BioNTech and Pfizer to Begin Testing Universal Coronavirus Vaccine

Pfizer, BioNTech to Begin Testing Universal Coronavirus Vaccine

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At its investor day on Wednesday, Germany’s BioNTech presented what it called its “Innovation Series 2022.” Although much of the presentation was dedicated to the company’s broad R&D programs, one of the most immediately newsworthy items was its plan with Pfizer to begin testing a next-generation universal vaccine against coronaviruses, including SARS-CoV-2, the coronavirus that causes COVID-19.

Progress Against Omicron 

On Monday, the two companies reported positive data on two Omicron-adapted COVID-19 vaccine candidates. One is bivalent, a combination of the original COVID-19 vaccine and a second that targets the Omicron BA.1 variant of concern, while one is just the Omicron-targeting vaccine. Data from a Phase II/III trial studying a booster of either vaccine resulted in a substantially higher immune response across Omicron BA.1 than their original vaccine.

The partners are also working together on other infectious disease-related vaccines, including a Phase I trial launching in the second half of this year for a shingles vaccine and an update is expected on a quadrivalent mRNA vaccine against influenza.

In addition to vaccines against COVID-19, influenza and shingles, BioNTech indicated it is exploring trans-amplifying RNA (taRNA) and self-amplifying RNA (saRNA) in multiple other infectious diseases, including HIV, Ebola virus, Lassa virus, Marburg virus, Crimean-Congo hemorrhagic fever virus (CCHFV), Nipah virus and MERS-CoV.

BioNTech is More than Just COVID-19

The company is also shifting some of its resources to focus on antibiotic-resistant bacterial infections. BioNTech indicated this was, in part, to continue to boost its infectious disease business. It acquired PhagoMed in October 2021 to leverage its expertise in this area.

BioNTech has come a long way in the last two-and-a-half years and wants to make sure its success continues past its partnership with Pfizer on the original COVID-19 vaccine. It currently has a diversified pipeline across four drug classes with 21 ongoing clinical trials and 17 product candidates in clinical development. It also boasts partnerships with Genentech (Roche), Genmab, Regeneron, Fosun, Sanofi, Crescendo, Medigene, InstaDeep, TRON, BMGF, UPenn and multiple not-for-profit organizations.

In addition to its R&D, BioNTech is diversifying its GMP manufacturing infrastructure, with two state-of-the-art cGMP cell therapy sites and global commercial scale mRNA production capabilities. The company touts end-to-end mRNA production capabilities and a combined 100,000 square feet of manufacturing space, with a total capacity of more than 1 billion doses of the COVID-19 vaccine and enough flexibility to support a broad range of mRNA therapies. It expects to have a new site in Singapore in 2023 and is building a site in Rwanda, with new sites planned for Senegal and South Africa.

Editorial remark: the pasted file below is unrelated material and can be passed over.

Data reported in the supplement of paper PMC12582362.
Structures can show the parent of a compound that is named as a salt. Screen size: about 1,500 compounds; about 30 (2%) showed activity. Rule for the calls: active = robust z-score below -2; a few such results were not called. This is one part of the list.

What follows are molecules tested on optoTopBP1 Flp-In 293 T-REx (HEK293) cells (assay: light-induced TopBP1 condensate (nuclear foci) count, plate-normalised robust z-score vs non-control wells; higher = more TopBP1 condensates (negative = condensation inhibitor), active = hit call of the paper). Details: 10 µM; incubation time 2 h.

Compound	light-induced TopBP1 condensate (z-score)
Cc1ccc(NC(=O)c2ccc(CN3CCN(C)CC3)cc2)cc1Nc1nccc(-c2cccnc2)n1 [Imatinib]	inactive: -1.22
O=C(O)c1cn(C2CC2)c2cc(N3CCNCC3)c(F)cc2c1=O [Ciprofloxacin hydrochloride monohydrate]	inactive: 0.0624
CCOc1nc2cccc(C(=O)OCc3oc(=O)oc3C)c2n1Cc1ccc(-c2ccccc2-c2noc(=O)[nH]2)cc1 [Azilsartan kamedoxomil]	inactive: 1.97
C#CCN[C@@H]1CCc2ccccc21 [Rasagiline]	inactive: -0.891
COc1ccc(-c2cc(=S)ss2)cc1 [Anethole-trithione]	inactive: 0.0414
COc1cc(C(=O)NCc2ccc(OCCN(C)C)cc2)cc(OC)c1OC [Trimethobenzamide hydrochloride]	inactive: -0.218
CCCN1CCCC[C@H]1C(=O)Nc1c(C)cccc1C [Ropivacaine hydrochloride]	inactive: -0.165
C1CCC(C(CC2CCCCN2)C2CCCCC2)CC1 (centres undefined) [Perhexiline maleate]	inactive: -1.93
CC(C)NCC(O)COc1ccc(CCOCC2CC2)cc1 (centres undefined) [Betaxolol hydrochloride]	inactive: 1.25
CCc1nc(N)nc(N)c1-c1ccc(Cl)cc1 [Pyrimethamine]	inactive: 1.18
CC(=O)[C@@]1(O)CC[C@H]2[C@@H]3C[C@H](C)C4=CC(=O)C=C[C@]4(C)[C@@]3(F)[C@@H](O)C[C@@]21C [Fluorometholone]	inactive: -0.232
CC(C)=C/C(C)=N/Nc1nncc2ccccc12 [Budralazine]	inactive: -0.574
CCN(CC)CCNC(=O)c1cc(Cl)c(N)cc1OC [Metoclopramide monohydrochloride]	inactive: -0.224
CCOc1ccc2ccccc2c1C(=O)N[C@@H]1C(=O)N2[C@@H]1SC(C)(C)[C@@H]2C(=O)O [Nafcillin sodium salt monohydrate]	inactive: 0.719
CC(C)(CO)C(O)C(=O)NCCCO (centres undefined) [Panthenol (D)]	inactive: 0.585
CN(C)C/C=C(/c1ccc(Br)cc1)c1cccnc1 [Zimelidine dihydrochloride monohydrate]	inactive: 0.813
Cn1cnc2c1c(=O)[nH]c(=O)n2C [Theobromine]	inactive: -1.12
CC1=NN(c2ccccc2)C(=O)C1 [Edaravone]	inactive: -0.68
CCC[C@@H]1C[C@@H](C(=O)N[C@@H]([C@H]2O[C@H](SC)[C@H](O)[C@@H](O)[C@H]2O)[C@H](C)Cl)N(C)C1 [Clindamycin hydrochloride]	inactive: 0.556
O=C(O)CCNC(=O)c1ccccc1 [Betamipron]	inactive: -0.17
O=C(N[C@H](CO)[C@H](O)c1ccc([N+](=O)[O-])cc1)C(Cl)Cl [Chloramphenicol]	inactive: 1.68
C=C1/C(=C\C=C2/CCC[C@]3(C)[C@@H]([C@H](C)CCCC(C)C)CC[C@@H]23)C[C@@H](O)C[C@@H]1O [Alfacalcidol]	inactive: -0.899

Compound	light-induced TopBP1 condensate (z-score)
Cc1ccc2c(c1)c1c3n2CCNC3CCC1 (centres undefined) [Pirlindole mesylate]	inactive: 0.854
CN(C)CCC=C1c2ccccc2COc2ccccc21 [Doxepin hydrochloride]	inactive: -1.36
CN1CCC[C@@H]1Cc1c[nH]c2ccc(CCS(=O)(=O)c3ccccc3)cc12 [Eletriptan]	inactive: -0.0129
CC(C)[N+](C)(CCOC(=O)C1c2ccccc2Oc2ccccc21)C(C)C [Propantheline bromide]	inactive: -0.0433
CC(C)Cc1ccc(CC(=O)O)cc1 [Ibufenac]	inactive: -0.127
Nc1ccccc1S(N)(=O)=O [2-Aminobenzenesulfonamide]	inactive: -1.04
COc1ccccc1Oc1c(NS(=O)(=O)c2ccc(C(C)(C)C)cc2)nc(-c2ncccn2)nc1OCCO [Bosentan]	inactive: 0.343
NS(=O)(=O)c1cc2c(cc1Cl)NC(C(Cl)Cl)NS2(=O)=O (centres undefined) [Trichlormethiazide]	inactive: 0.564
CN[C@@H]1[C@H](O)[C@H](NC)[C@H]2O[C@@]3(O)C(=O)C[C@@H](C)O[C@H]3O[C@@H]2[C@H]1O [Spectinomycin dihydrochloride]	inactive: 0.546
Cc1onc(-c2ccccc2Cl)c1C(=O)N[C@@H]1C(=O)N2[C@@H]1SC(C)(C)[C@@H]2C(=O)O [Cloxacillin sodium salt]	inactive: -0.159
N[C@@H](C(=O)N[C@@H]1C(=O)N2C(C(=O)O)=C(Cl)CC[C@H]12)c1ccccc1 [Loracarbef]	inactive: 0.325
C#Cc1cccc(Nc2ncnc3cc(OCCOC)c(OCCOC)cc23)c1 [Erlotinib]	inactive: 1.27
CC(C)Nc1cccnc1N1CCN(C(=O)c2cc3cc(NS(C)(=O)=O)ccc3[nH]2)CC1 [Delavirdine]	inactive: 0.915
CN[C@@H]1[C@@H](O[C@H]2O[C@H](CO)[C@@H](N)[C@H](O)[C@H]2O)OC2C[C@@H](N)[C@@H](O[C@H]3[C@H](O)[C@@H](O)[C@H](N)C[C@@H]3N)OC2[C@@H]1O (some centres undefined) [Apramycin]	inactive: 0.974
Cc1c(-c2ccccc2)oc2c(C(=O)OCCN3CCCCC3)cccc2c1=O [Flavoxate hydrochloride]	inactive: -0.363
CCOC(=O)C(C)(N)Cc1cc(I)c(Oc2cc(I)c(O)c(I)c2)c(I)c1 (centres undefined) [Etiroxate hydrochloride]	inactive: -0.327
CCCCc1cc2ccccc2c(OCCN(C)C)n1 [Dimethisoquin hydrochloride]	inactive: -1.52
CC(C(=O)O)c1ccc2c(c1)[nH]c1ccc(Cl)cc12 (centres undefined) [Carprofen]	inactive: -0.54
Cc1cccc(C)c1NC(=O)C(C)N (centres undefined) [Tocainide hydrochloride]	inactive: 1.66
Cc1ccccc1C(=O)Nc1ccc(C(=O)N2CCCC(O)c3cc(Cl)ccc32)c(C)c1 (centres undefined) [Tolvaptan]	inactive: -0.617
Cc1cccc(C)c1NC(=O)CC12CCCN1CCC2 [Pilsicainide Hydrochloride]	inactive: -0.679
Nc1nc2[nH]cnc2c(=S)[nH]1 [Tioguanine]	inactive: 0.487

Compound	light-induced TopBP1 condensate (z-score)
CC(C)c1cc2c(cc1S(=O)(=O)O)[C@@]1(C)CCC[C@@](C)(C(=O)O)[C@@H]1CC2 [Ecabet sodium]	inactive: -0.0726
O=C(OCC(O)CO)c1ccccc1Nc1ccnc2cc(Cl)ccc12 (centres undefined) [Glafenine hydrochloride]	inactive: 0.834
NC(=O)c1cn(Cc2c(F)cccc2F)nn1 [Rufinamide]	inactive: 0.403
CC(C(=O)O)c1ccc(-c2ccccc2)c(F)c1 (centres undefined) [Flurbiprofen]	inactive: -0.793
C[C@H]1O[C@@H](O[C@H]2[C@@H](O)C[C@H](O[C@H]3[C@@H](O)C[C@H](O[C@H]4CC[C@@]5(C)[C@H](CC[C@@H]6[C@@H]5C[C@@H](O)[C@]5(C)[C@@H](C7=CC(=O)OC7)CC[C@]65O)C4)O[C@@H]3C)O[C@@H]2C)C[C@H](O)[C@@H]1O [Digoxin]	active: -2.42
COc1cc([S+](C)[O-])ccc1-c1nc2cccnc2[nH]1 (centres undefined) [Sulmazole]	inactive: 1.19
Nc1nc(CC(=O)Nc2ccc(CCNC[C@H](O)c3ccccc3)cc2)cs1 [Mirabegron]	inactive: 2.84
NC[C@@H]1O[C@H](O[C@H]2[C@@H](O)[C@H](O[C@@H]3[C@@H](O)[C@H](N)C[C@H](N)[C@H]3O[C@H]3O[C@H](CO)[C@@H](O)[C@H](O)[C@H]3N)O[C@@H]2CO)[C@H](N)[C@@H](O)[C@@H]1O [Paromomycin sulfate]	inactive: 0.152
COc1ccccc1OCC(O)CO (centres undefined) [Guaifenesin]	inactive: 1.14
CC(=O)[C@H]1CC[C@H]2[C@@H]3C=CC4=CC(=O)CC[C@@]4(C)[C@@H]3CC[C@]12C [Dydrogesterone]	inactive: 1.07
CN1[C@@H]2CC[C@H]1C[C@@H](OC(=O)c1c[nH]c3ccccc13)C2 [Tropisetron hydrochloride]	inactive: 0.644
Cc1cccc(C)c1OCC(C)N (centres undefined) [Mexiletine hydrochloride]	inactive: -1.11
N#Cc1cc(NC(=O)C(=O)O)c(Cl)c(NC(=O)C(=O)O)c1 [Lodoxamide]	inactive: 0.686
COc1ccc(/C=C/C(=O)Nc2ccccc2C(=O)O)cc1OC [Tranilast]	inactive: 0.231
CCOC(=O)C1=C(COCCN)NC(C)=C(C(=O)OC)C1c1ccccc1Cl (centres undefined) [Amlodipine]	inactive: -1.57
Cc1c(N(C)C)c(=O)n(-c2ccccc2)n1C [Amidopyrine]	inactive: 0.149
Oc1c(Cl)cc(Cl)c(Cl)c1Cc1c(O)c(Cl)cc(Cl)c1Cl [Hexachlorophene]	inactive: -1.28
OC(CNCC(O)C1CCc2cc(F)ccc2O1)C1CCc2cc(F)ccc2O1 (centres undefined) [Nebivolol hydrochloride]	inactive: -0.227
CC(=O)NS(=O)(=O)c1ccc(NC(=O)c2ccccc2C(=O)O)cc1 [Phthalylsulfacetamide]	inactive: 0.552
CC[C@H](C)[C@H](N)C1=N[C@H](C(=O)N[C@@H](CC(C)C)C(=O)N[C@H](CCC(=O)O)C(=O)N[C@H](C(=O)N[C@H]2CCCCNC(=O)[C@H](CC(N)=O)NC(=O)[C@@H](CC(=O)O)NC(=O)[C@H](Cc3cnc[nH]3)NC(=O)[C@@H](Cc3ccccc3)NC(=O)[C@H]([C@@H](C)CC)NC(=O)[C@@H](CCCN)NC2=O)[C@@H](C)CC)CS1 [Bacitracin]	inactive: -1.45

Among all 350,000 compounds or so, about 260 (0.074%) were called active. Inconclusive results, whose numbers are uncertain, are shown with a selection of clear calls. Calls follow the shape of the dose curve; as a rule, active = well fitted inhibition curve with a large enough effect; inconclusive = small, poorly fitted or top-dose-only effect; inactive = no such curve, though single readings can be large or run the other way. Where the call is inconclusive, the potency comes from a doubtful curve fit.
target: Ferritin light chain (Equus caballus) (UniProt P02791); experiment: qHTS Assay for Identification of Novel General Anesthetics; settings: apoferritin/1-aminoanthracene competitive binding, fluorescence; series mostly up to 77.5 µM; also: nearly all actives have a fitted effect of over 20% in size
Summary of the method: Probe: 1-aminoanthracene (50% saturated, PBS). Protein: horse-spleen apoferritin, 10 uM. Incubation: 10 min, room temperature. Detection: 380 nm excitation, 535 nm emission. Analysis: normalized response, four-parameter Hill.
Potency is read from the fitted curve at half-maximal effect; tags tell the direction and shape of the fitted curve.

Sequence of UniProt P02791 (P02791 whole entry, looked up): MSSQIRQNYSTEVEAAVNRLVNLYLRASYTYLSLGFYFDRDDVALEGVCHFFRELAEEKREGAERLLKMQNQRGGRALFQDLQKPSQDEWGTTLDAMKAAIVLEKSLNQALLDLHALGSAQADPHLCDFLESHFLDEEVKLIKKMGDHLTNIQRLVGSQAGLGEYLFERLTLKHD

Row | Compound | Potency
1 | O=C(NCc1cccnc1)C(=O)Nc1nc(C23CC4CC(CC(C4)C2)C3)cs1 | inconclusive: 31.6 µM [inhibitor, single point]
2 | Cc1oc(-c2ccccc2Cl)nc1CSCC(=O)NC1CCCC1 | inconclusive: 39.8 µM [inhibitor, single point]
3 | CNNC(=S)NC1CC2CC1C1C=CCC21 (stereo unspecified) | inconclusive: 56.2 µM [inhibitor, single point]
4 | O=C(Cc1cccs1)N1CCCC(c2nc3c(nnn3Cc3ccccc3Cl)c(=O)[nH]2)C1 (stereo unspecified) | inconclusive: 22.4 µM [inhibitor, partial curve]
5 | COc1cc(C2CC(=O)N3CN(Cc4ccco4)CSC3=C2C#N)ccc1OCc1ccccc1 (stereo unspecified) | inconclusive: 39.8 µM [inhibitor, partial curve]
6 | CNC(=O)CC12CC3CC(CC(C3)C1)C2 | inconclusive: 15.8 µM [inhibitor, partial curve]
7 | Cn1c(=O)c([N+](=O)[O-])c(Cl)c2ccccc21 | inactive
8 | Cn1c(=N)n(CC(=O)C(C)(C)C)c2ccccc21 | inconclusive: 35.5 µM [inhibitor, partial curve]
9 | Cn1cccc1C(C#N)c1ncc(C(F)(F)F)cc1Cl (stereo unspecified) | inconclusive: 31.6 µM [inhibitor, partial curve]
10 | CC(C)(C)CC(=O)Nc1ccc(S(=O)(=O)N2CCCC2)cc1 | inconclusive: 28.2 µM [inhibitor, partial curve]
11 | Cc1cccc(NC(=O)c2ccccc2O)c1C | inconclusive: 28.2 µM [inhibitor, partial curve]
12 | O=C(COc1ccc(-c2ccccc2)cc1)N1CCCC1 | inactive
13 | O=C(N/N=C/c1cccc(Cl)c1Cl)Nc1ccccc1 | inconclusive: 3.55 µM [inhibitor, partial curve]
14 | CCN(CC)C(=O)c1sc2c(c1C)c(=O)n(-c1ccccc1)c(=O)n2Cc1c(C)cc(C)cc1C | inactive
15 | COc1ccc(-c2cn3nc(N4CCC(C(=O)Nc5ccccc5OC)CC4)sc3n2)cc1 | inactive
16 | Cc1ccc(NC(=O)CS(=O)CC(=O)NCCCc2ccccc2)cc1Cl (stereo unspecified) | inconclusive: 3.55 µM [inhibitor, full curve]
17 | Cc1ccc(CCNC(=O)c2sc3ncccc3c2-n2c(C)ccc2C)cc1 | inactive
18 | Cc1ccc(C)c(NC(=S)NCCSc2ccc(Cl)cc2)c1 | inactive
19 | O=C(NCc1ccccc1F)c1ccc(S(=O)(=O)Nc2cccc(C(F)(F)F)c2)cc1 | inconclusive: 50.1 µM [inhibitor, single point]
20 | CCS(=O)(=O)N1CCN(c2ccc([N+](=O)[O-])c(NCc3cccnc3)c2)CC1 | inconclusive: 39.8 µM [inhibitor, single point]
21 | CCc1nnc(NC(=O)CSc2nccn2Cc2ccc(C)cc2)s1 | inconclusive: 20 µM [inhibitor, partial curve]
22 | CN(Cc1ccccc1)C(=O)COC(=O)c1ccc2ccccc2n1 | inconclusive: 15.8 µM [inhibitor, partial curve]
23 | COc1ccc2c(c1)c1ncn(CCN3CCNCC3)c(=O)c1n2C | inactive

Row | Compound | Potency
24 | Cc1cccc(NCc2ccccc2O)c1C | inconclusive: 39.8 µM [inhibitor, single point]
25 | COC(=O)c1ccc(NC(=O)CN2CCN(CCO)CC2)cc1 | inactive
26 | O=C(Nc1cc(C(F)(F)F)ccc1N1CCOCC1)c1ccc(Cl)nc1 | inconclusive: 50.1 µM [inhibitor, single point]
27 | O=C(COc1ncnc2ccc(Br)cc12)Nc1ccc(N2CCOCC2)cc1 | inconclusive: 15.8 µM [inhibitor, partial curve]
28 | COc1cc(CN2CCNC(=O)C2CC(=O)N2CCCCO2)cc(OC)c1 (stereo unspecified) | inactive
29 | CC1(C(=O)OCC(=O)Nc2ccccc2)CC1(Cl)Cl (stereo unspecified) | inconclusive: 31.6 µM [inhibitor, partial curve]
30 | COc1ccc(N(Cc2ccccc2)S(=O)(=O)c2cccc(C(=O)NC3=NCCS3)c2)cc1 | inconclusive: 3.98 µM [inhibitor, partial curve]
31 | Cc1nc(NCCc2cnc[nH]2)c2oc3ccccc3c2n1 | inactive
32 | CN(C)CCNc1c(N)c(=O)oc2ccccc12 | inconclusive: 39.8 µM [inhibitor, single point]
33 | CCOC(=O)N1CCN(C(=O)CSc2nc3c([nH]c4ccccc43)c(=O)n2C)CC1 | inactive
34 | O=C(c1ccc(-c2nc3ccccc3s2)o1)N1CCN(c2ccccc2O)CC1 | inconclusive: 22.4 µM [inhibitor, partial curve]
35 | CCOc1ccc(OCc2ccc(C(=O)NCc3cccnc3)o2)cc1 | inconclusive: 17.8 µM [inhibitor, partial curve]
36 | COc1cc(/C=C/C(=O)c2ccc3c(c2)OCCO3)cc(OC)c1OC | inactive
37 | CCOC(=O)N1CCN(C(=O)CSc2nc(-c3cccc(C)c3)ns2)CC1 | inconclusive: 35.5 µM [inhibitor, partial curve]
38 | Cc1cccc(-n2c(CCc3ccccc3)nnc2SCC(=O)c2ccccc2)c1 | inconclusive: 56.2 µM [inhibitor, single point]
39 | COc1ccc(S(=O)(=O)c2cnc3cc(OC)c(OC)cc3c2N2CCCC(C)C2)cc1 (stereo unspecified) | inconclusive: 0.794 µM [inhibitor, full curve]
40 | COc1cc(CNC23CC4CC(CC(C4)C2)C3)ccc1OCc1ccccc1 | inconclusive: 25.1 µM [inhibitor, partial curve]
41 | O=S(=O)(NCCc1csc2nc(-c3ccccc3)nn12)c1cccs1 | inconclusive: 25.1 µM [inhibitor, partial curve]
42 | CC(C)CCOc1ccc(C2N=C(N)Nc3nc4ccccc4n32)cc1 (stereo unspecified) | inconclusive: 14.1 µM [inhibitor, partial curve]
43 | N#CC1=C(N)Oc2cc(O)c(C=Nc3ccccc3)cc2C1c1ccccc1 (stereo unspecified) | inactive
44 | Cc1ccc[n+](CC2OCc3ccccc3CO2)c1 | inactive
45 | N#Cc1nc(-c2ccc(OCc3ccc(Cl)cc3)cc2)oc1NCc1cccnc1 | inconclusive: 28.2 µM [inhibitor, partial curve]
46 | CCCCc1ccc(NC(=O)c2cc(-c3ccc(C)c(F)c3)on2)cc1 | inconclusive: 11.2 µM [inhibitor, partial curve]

The company's mid-term goals include multiple product launches in the next three to five years and five to 10 Investigational New Drug (IND) application submissions per year.

Leveraging mRNA Against Cancer 

Because of its COVID-19 vaccine and other infectious disease programs, it’s easy to forget that BioNTech has big ambitions for leveraging mRNA and other technologies into cancer. In early June, at the American Society of Clinical Oncology (ASCO) annual meeting, Vinod Balachandran, M.D. of Memorial Sloan Kettering Cancer Center presented preliminary Phase I data about BNT122, which the company is evaluating with Genentech as a treatment for pancreatic cancer.

The product is an mRNA-based individualized neoantigen-specific immunotherapy (iNeST) autogene cevumeran in combination with Genentech’s Tecentriq (atezolizumab), an anti-PD-L1 immune checkpoint inhibitor. The patients in the trial have resected pancreatic ductal adenocarcinoma (PDAC). Early data demonstrated a favorable safety profile and encouraging indications of clinical activity. BNT122 is being developed for multiple solid tumors.

In its presentation, BioNTech reported that across its trials for iNeST vaccination, it had screened more than 1,400 patients with 28 different cancer indications, treated more than 420 patients, selected more than 122,500 neoantigens and processed about 1,700 tumor samples.

iNeST immunotherapies are individualized cancer treatments that target the patient’s unique tumor. They hold unmodified, pharmacologically optimized mRNA that codes for up to 20 patient-specific neoantigens. Neoantigens are proteins produced by cancer cells that are different from proteins manufactured by healthy cells. The mRNA is then inserted into BioNTech’s proprietary intravenous RNA-lipoplex delivery formulation.

In addition to iNeST individualized cancer vaccines, BioNTech is focused on off-the-shelf cancer vaccines. Its gene and cell therapies include CAR T products, individualized TCR therapies, polyspecific T-cell therapies and in vivo engineered cell therapies, as well as next-generation immunomodulators, such as immune checkpoint molecules and engineered bispecific antibodies.

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